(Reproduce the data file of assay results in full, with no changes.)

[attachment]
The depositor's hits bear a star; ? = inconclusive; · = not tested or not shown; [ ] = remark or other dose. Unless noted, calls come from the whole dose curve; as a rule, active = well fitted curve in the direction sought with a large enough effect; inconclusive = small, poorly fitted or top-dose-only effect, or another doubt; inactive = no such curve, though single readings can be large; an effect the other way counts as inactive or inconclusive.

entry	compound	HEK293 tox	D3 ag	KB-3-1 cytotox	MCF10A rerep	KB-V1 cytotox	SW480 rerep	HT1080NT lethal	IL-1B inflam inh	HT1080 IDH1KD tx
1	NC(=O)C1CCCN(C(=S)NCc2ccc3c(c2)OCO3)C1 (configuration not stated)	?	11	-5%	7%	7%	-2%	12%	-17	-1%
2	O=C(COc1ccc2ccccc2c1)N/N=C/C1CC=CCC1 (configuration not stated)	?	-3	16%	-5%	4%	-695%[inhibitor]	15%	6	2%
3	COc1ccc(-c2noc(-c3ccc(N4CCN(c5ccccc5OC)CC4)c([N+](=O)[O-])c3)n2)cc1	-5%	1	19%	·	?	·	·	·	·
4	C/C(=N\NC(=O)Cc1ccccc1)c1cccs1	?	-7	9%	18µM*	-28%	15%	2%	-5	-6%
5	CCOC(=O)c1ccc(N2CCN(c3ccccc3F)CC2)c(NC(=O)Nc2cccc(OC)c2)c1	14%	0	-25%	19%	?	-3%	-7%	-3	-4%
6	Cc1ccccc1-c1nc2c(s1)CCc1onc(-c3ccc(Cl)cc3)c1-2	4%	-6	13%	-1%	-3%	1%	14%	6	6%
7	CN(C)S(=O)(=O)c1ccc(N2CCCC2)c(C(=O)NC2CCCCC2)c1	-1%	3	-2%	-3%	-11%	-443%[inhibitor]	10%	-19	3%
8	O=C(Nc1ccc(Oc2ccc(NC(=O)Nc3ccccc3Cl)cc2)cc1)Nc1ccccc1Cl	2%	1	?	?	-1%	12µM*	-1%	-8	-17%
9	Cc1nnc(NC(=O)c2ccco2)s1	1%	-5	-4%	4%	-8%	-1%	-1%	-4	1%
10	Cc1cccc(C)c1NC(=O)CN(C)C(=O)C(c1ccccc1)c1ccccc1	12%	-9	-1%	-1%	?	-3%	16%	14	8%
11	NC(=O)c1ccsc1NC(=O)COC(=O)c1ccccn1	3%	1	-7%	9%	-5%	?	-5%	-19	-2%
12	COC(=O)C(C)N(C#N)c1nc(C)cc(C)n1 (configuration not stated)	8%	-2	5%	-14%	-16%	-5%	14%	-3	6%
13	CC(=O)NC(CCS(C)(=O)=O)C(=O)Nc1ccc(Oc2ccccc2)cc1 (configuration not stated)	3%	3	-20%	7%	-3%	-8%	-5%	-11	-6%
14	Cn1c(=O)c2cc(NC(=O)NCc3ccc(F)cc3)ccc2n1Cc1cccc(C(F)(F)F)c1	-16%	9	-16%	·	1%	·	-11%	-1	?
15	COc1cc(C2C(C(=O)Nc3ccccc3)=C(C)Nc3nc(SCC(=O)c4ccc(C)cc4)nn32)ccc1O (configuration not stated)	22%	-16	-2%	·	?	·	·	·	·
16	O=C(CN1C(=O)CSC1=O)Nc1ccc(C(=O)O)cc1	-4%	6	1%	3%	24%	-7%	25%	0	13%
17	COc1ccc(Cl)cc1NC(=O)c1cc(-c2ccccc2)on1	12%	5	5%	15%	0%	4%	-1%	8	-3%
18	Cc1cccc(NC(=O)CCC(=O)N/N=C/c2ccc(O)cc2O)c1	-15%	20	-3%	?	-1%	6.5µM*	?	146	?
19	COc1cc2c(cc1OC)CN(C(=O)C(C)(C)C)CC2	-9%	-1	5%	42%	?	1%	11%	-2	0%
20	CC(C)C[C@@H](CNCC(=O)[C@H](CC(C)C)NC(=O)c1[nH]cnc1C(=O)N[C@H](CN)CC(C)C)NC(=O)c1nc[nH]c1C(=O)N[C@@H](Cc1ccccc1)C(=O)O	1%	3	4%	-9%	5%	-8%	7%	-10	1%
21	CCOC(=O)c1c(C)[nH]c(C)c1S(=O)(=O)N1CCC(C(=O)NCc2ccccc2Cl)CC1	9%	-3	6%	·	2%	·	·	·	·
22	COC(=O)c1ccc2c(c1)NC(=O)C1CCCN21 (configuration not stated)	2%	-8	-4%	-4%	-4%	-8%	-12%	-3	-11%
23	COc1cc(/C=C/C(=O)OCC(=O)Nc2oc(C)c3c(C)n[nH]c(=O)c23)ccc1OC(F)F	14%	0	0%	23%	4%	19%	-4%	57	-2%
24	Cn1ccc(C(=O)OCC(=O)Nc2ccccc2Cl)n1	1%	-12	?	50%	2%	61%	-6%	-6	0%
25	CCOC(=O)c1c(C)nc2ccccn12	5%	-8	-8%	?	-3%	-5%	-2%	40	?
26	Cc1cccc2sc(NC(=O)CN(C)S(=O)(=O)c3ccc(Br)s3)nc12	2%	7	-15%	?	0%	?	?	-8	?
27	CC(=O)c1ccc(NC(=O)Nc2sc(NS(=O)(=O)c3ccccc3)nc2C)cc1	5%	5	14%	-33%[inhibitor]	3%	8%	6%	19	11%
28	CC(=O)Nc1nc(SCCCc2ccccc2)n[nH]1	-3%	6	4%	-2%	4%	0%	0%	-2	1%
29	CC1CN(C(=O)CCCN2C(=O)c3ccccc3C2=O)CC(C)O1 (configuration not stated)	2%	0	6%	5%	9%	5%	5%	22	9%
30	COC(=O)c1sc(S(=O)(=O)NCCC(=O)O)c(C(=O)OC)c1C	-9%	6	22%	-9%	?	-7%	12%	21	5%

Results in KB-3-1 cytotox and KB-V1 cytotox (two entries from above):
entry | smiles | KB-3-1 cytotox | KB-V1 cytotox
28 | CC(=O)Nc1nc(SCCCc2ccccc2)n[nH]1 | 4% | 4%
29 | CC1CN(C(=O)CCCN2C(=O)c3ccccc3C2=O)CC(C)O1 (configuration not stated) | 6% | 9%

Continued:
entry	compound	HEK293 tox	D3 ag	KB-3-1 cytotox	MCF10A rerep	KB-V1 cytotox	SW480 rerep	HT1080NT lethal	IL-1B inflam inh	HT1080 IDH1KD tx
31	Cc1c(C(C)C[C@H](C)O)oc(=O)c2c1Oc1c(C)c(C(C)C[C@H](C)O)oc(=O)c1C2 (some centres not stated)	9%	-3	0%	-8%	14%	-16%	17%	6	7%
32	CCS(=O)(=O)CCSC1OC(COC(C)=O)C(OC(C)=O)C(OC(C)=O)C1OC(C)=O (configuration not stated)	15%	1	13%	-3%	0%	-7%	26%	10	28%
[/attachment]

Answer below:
The depositor's hits bear a star; ? = inconclusive; · = not tested or not shown; [ ] = remark or other dose. Unless noted, calls come from the whole dose curve; as a rule, active = well fitted curve in the direction sought with a large enough effect; inconclusive = small, poorly fitted or top-dose-only effect, or another doubt; inactive = no such curve, though single readings can be large; an effect the other way counts as inactive or inconclusive.

entry	compound	HEK293 tox	D3 ag	KB-3-1 cytotox	MCF10A rerep	KB-V1 cytotox	SW480 rerep	HT1080NT lethal	IL-1B inflam inh	HT1080 IDH1KD tx
1	NC(=O)C1CCCN(C(=S)NCc2ccc3c(c2)OCO3)C1 (configuration not stated)	?	11	-5%	7%	7%	-2%	12%	-17	-1%
2	O=C(COc1ccc2ccccc2c1)N/N=C/C1CC=CCC1 (configuration not stated)	?	-3	16%	-5%	4%	-695%[inhibitor]	15%	6	2%
3	COc1ccc(-c2noc(-c3ccc(N4CCN(c5ccccc5OC)CC4)c([N+](=O)[O-])c3)n2)cc1	-5%	1	19%	·	?	·	·	·	·
4	C/C(=N\NC(=O)Cc1ccccc1)c1cccs1	?	-7	9%	18µM*	-28%	15%	2%	-5	-6%
5	CCOC(=O)c1ccc(N2CCN(c3ccccc3F)CC2)c(NC(=O)Nc2cccc(OC)c2)c1	14%	0	-25%	19%	?	-3%	-7%	-3	-4%
6	Cc1ccccc1-c1nc2c(s1)CCc1onc(-c3ccc(Cl)cc3)c1-2	4%	-6	13%	-1%	-3%	1%	14%	6	6%
7	CN(C)S(=O)(=O)c1ccc(N2CCCC2)c(C(=O)NC2CCCCC2)c1	-1%	3	-2%	-3%	-11%	-443%[inhibitor]	10%	-19	3%
8	O=C(Nc1ccc(Oc2ccc(NC(=O)Nc3ccccc3Cl)cc2)cc1)Nc1ccccc1Cl	2%	1	?	?	-1%	12µM*	-1%	-8	-17%
9	Cc1nnc(NC(=O)c2ccco2)s1	1%	-5	-4%	4%	-8%	-1%	-1%	-4	1%
10	Cc1cccc(C)c1NC(=O)CN(C)C(=O)C(c1ccccc1)c1ccccc1	12%	-9	-1%	-1%	?	-3%	16%	14	8%
11	NC(=O)c1ccsc1NC(=O)COC(=O)c1ccccn1	3%	1	-7%	9%	-5%	?	-5%	-19	-2%
12	COC(=O)C(C)N(C#N)c1nc(C)cc(C)n1 (configuration not stated)	8%	-2	5%	-14%	-16%	-5%	14%	-3	6%
13	CC(=O)NC(CCS(C)(=O)=O)C(=O)Nc1ccc(Oc2ccccc2)cc1 (configuration not stated)	3%	3	-20%	7%	-3%	-8%	-5%	-11	-6%
14	Cn1c(=O)c2cc(NC(=O)NCc3ccc(F)cc3)ccc2n1Cc1cccc(C(F)(F)F)c1	-16%	9	-16%	·	1%	·	-11%	-1	?
15	COc1cc(C2C(C(=O)Nc3ccccc3)=C(C)Nc3nc(SCC(=O)c4ccc(C)cc4)nn32)ccc1O (configuration not stated)	22%	-16	-2%	·	?	·	·	·	·
16	O=C(CN1C(=O)CSC1=O)Nc1ccc(C(=O)O)cc1	-4%	6	1%	3%	24%	-7%	25%	0	13%
17	COc1ccc(Cl)cc1NC(=O)c1cc(-c2ccccc2)on1	12%	5	5%	15%	0%	4%	-1%	8	-3%
18	Cc1cccc(NC(=O)CCC(=O)N/N=C/c2ccc(O)cc2O)c1	-15%	20	-3%	?	-1%	6.5µM*	?	146	?
19	COc1cc2c(cc1OC)CN(C(=O)C(C)(C)C)CC2	-9%	-1	5%	42%	?	1%	11%	-2	0%
20	CC(C)C[C@@H](CNCC(=O)[C@H](CC(C)C)NC(=O)c1[nH]cnc1C(=O)N[C@H](CN)CC(C)C)NC(=O)c1nc[nH]c1C(=O)N[C@@H](Cc1ccccc1)C(=O)O	1%	3	4%	-9%	5%	-8%	7%	-10	1%
21	CCOC(=O)c1c(C)[nH]c(C)c1S(=O)(=O)N1CCC(C(=O)NCc2ccccc2Cl)CC1	9%	-3	6%	·	2%	·	·	·	·
22	COC(=O)c1ccc2c(c1)NC(=O)C1CCCN21 (configuration not stated)	2%	-8	-4%	-4%	-4%	-8%	-12%	-3	-11%
23	COc1cc(/C=C/C(=O)OCC(=O)Nc2oc(C)c3c(C)n[nH]c(=O)c23)ccc1OC(F)F	14%	0	0%	23%	4%	19%	-4%	57	-2%
24	Cn1ccc(C(=O)OCC(=O)Nc2ccccc2Cl)n1	1%	-12	?	50%	2%	61%	-6%	-6	0%
25	CCOC(=O)c1c(C)nc2ccccn12	5%	-8	-8%	?	-3%	-5%	-2%	40	?
26	Cc1cccc2sc(NC(=O)CN(C)S(=O)(=O)c3ccc(Br)s3)nc12	2%	7	-15%	?	0%	?	?	-8	?
27	CC(=O)c1ccc(NC(=O)Nc2sc(NS(=O)(=O)c3ccccc3)nc2C)cc1	5%	5	14%	-33%[inhibitor]	3%	8%	6%	19	11%
28	CC(=O)Nc1nc(SCCCc2ccccc2)n[nH]1	-3%	6	4%	-2%	4%	0%	0%	-2	1%
29	CC1CN(C(=O)CCCN2C(=O)c3ccccc3C2=O)CC(C)O1 (configuration not stated)	2%	0	6%	5%	9%	5%	5%	22	9%
30	COC(=O)c1sc(S(=O)(=O)NCCC(=O)O)c(C(=O)OC)c1C	-9%	6	22%	-9%	?	-7%	12%	21	5%

Results in KB-3-1 cytotox and KB-V1 cytotox (two entries from above):
entry | smiles | KB-3-1 cytotox | KB-V1 cytotox
28 | CC(=O)Nc1nc(SCCCc2ccccc2)n[nH]1 | 4% | 4%
29 | CC1CN(C(=O)CCCN2C(=O)c3ccccc3C2=O)CC(C)O1 (configuration not stated) | 6% | 9%

Continued:
entry	compound	HEK293 tox	D3 ag	KB-3-1 cytotox	MCF10A rerep	KB-V1 cytotox	SW480 rerep	HT1080NT lethal	IL-1B inflam inh	HT1080 IDH1KD tx
31	Cc1c(C(C)C[C@H](C)O)oc(=O)c2c1Oc1c(C)c(C(C)C[C@H](C)O)oc(=O)c1C2 (some centres not stated)	9%	-3	0%	-8%	14%	-16%	17%	6	7%
32	CCS(=O)(=O)CCSC1OC(COC(C)=O)C(OC(C)=O)C(OC(C)=O)C1OC(C)=O (configuration not stated)	15%	1	13%	-3%	0%	-7%	26%	10	28%